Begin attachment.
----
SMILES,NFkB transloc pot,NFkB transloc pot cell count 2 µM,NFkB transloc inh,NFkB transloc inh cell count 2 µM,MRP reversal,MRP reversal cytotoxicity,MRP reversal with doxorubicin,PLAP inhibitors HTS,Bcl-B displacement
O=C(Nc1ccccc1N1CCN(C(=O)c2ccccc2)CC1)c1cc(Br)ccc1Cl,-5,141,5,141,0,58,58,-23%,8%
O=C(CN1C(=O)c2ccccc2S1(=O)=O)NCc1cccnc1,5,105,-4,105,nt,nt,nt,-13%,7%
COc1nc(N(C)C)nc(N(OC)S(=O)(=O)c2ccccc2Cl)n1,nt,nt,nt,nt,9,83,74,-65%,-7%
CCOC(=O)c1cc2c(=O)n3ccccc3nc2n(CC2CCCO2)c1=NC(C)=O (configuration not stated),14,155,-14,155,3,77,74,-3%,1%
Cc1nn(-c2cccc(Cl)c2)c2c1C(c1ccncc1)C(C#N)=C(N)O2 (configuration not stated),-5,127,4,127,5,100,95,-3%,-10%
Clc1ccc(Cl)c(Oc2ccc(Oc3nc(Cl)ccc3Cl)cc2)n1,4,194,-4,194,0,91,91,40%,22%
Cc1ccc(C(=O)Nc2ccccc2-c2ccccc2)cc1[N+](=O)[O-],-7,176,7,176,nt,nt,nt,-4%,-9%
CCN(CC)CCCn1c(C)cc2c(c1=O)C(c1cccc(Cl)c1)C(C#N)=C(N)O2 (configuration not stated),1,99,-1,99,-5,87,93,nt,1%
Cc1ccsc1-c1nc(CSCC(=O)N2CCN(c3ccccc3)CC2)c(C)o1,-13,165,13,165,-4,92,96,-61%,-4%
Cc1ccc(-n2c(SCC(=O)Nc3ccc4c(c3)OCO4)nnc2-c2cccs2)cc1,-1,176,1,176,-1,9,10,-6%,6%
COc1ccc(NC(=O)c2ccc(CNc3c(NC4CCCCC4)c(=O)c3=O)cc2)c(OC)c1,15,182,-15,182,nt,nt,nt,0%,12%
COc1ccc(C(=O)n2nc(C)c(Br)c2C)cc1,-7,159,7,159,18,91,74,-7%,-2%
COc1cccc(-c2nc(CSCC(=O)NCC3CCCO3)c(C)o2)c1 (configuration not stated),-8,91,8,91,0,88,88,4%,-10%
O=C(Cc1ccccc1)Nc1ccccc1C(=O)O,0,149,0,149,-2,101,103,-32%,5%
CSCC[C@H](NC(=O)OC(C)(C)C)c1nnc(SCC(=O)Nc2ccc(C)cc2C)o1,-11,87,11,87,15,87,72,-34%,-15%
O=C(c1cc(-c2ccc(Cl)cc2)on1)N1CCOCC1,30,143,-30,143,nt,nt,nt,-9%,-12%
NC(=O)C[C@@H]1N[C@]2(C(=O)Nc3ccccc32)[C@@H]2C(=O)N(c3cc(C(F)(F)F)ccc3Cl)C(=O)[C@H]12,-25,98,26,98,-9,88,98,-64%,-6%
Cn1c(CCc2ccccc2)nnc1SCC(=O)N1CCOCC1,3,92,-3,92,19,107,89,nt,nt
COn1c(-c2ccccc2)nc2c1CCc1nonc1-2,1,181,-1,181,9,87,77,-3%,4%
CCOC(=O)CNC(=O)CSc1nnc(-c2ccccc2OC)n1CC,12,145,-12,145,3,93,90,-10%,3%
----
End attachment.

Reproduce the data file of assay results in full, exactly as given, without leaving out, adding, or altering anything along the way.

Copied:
SMILES,NFkB transloc pot,NFkB transloc pot cell count 2 µM,NFkB transloc inh,NFkB transloc inh cell count 2 µM,MRP reversal,MRP reversal cytotoxicity,MRP reversal with doxorubicin,PLAP inhibitors HTS,Bcl-B displacement
O=C(Nc1ccccc1N1CCN(C(=O)c2ccccc2)CC1)c1cc(Br)ccc1Cl,-5,141,5,141,0,58,58,-23%,8%
O=C(CN1C(=O)c2ccccc2S1(=O)=O)NCc1cccnc1,5,105,-4,105,nt,nt,nt,-13%,7%
COc1nc(N(C)C)nc(N(OC)S(=O)(=O)c2ccccc2Cl)n1,nt,nt,nt,nt,9,83,74,-65%,-7%
CCOC(=O)c1cc2c(=O)n3ccccc3nc2n(CC2CCCO2)c1=NC(C)=O (configuration not stated),14,155,-14,155,3,77,74,-3%,1%
Cc1nn(-c2cccc(Cl)c2)c2c1C(c1ccncc1)C(C#N)=C(N)O2 (configuration not stated),-5,127,4,127,5,100,95,-3%,-10%
Clc1ccc(Cl)c(Oc2ccc(Oc3nc(Cl)ccc3Cl)cc2)n1,4,194,-4,194,0,91,91,40%,22%
Cc1ccc(C(=O)Nc2ccccc2-c2ccccc2)cc1[N+](=O)[O-],-7,176,7,176,nt,nt,nt,-4%,-9%
CCN(CC)CCCn1c(C)cc2c(c1=O)C(c1cccc(Cl)c1)C(C#N)=C(N)O2 (configuration not stated),1,99,-1,99,-5,87,93,nt,1%
Cc1ccsc1-c1nc(CSCC(=O)N2CCN(c3ccccc3)CC2)c(C)o1,-13,165,13,165,-4,92,96,-61%,-4%
Cc1ccc(-n2c(SCC(=O)Nc3ccc4c(c3)OCO4)nnc2-c2cccs2)cc1,-1,176,1,176,-1,9,10,-6%,6%
COc1ccc(NC(=O)c2ccc(CNc3c(NC4CCCCC4)c(=O)c3=O)cc2)c(OC)c1,15,182,-15,182,nt,nt,nt,0%,12%
COc1ccc(C(=O)n2nc(C)c(Br)c2C)cc1,-7,159,7,159,18,91,74,-7%,-2%
COc1cccc(-c2nc(CSCC(=O)NCC3CCCO3)c(C)o2)c1 (configuration not stated),-8,91,8,91,0,88,88,4%,-10%
O=C(Cc1ccccc1)Nc1ccccc1C(=O)O,0,149,0,149,-2,101,103,-32%,5%
CSCC[C@H](NC(=O)OC(C)(C)C)c1nnc(SCC(=O)Nc2ccc(C)cc2C)o1,-11,87,11,87,15,87,72,-34%,-15%
O=C(c1cc(-c2ccc(Cl)cc2)on1)N1CCOCC1,30,143,-30,143,nt,nt,nt,-9%,-12%
NC(=O)C[C@@H]1N[C@]2(C(=O)Nc3ccccc32)[C@@H]2C(=O)N(c3cc(C(F)(F)F)ccc3Cl)C(=O)[C@H]12,-25,98,26,98,-9,88,98,-64%,-6%
Cn1c(CCc2ccccc2)nnc1SCC(=O)N1CCOCC1,3,92,-3,92,19,107,89,nt,nt
COn1c(-c2ccccc2)nc2c1CCc1nonc1-2,1,181,-1,181,9,87,77,-3%,4%
CCOC(=O)CNC(=O)CSc1nnc(-c2ccccc2OC)n1CC,12,145,-12,145,3,93,90,-10%,3%